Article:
In a related story, two swans are AWOL

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Two swans with fishing-related wounds have mysteriously disappeared, and some avian advocates fear the worst.

The pair of sibling cygnets, dubbed “Hooky” and “Wired” for their scars from fishing hooks and line, were last seen around Dec. 14 in Prospect Park by swan-enthusiasts Ed Bahlman and Anne-Katrin Titze, who remain concerned about the missing swans’ well-being.

“We don’t know what happened,” Titze said. “Why would they abandon their family?”

Last month, The Brooklyn Paper went global with a story that revealed how aberrant anglers had discarded fishing line into the lake and inadvertently trapped waterfowl.

“Hooky,” with a hook through his beak, and “Wired,” who had a line wrapped around his chest, were the focus of The Paper’s ground-breaking report.

Yet shortly after the story was published, the two swans went AWOL, according to Titze, who, with Bahlman, visits the swans daily.

Another birdwatcher, Larry Zirlin, said that no one should jump to any conclusions about the swans’ fate, pointing out that it is not uncommon for cygnets to leave their flock.

“Probably — hopefully — they flew off,” Zirlin said. “Often the parents don’t want them around after a while.”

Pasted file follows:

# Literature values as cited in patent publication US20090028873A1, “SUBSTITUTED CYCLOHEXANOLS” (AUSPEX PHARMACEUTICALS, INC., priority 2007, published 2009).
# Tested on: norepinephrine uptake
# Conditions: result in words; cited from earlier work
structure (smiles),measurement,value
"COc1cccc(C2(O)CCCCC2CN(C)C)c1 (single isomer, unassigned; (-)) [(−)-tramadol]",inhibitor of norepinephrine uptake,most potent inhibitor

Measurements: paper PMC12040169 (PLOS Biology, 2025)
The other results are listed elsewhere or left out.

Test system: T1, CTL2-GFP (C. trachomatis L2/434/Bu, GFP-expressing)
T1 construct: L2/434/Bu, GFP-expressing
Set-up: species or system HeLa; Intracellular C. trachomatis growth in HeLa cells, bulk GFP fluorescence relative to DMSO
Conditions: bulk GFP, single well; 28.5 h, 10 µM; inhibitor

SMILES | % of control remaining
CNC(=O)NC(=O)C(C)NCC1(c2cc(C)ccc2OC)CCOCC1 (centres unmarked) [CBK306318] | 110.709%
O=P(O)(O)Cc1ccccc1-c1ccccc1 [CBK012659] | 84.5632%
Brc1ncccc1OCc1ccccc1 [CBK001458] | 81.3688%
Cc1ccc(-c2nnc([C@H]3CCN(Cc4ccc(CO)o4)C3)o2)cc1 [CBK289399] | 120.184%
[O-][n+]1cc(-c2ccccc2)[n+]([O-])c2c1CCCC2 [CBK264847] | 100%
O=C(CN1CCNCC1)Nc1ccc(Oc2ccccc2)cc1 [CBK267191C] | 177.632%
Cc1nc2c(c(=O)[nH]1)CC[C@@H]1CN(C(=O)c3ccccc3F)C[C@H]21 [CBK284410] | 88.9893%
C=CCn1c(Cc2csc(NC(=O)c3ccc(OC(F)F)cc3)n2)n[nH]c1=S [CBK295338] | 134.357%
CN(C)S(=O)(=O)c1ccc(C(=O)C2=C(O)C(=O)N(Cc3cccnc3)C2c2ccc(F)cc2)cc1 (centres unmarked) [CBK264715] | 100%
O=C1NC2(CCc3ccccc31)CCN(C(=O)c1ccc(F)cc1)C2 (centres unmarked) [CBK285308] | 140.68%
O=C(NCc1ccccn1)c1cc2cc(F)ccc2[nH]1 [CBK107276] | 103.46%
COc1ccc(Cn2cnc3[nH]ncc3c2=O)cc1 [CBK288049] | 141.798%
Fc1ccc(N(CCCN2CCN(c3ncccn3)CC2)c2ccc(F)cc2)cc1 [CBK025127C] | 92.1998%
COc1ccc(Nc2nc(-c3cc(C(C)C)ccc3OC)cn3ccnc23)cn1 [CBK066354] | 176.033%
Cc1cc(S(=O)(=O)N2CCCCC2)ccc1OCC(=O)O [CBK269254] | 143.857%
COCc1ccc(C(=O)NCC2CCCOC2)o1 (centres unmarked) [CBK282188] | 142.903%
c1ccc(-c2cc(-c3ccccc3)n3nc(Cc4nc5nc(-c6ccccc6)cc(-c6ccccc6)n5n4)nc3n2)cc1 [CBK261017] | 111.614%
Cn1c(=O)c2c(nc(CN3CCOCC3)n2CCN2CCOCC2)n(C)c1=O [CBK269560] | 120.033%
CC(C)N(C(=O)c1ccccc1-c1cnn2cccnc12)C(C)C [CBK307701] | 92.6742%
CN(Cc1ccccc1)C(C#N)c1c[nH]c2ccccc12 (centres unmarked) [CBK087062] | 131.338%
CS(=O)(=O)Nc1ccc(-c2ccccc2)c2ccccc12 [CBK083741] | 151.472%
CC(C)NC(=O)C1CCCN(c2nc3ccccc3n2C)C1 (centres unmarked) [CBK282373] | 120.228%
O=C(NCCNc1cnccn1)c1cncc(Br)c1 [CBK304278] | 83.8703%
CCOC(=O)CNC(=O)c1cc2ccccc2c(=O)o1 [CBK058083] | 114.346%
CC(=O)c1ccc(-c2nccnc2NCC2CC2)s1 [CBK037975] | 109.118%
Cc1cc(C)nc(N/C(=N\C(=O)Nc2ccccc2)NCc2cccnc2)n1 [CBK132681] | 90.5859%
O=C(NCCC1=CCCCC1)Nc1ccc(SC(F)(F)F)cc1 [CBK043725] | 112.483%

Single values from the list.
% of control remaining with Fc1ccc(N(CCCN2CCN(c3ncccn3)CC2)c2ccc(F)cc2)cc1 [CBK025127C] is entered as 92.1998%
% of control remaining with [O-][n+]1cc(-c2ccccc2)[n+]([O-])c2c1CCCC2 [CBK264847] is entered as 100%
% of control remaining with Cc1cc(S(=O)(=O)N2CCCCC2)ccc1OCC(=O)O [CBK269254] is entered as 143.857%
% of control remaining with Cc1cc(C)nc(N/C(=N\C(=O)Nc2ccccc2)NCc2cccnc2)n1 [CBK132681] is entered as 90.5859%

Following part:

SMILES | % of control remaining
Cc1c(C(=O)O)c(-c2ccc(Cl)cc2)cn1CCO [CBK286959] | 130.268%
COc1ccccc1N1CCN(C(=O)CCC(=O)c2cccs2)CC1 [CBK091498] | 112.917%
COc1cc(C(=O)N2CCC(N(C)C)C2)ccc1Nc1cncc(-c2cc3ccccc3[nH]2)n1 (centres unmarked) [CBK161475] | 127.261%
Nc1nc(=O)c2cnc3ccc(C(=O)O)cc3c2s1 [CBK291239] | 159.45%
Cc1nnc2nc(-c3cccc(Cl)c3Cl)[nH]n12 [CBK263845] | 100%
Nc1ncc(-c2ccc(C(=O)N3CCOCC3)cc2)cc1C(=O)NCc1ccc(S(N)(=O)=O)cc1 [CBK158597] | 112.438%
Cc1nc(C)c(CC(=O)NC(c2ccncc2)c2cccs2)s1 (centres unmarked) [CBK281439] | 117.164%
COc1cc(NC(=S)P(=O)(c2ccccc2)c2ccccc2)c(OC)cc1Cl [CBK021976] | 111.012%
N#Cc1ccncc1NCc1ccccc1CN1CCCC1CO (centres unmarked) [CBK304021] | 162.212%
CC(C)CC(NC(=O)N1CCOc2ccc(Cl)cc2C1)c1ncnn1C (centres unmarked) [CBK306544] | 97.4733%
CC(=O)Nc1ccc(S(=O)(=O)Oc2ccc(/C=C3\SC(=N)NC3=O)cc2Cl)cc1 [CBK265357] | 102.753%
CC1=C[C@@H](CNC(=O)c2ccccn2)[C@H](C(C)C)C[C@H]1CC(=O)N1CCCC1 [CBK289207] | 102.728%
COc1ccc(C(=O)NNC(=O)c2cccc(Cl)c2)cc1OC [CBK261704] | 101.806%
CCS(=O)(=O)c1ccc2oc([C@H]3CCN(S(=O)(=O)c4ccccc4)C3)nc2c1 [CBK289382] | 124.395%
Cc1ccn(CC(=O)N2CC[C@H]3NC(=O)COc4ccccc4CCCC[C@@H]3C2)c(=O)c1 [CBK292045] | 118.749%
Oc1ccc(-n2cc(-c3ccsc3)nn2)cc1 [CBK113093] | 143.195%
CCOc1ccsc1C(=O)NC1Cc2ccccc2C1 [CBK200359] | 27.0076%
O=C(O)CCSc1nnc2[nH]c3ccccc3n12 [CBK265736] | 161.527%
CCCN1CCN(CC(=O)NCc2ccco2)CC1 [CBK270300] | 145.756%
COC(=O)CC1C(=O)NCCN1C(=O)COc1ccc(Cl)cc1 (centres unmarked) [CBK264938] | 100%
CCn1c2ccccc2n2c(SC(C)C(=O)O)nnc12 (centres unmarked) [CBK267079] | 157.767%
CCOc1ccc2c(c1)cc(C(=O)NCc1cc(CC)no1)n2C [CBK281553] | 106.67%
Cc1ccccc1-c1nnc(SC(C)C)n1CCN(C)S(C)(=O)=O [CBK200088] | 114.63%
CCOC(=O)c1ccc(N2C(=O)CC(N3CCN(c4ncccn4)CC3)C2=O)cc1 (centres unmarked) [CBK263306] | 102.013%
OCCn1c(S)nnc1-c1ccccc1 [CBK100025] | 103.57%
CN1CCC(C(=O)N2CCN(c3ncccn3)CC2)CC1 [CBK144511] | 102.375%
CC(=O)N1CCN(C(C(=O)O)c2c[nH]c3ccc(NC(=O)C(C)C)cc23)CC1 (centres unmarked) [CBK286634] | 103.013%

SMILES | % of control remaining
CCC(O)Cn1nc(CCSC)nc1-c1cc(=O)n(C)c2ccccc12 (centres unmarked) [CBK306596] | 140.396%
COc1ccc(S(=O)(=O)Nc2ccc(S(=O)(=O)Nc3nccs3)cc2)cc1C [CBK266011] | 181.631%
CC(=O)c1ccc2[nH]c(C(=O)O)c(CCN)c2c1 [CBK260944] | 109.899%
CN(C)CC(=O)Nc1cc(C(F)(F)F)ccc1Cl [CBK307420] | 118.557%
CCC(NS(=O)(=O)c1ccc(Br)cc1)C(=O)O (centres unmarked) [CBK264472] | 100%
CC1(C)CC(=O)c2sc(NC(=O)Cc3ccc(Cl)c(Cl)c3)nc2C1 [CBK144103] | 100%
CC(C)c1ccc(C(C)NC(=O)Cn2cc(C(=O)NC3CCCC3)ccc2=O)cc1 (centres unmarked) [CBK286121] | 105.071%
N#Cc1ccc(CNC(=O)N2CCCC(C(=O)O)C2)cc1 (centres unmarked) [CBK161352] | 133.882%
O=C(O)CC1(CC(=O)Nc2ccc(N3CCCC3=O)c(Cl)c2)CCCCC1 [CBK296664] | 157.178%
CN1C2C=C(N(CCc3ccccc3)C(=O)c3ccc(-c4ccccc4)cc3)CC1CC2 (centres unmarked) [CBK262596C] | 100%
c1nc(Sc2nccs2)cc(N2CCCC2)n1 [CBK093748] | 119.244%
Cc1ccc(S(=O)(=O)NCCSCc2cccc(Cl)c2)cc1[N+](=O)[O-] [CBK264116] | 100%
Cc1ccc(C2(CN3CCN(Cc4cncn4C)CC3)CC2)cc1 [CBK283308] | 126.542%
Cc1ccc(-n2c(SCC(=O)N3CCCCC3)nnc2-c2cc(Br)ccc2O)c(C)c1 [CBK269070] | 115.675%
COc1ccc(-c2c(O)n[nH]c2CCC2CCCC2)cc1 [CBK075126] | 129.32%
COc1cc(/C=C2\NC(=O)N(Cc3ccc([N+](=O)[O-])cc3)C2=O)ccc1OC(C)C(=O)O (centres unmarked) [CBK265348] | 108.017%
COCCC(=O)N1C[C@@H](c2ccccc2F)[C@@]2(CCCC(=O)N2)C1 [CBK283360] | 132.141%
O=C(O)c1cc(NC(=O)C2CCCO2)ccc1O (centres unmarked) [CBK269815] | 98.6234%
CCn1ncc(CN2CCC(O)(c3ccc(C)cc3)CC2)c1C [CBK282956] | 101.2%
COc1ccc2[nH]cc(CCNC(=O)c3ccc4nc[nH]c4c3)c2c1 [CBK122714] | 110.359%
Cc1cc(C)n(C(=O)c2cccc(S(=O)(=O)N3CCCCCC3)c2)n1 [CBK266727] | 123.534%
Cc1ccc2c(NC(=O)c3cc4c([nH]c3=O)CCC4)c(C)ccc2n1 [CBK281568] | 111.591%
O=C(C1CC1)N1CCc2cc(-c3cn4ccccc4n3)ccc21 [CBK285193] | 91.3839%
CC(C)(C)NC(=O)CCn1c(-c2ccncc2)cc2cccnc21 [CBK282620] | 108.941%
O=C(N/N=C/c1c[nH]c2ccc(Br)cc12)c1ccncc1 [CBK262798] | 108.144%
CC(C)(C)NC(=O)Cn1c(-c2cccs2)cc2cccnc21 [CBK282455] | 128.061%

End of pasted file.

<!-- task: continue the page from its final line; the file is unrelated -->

Still, concerned parkgoers should remain on the lookout for two young swans with a mix of brown and white feathers, one with a small hole in its beak, the other with a string of fishing line dangling out of its breast.

If spotted, call 311. All calls will be kept confidential.

Updated 5:16 pm, July 9, 2018
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Reasonable discourse

Manu from Manhattan says:
It is unlikely that the missing two cygnets left the pen and cob to explore a completely new environment on their own - at barely six months old.
The young normally and wisely stay with their family through the first winter. Prospect Lake was not frozen in December and all the swans were established at the lake peacefully.
They are no threat to the adults or other cygnets at this stage of their development. Going into new territory with unfamiliar swans would be a recipe for disaster.
Mute swans and their brood are not that dumb.
Jan. 20, 2010, 12:08 pm
Michele Sevik from Kensington says:
If all concerned groups and individuals work together, we can do a lot to clean up the staggering amounts of dangerous garbage in the park and prevent future damage and injury.

On the bright side, I am very happy to report that FIDO, the dog advocacy group in Prospect Park, shares many of the concerns of bird lovers and is going to help by purchasing recycling containers for fishing line for use around the lake.

It is my greatest wish that Park Administrators become aware of the importance of caring for the park's ecology and join in our efforts. For example, if the park were to make signs informing people who fish about park regualtions and why they are so important, it will be enormously helpful. I sincerely hope they pause to consider this.
Jan. 27, 2010, 3:59 pm

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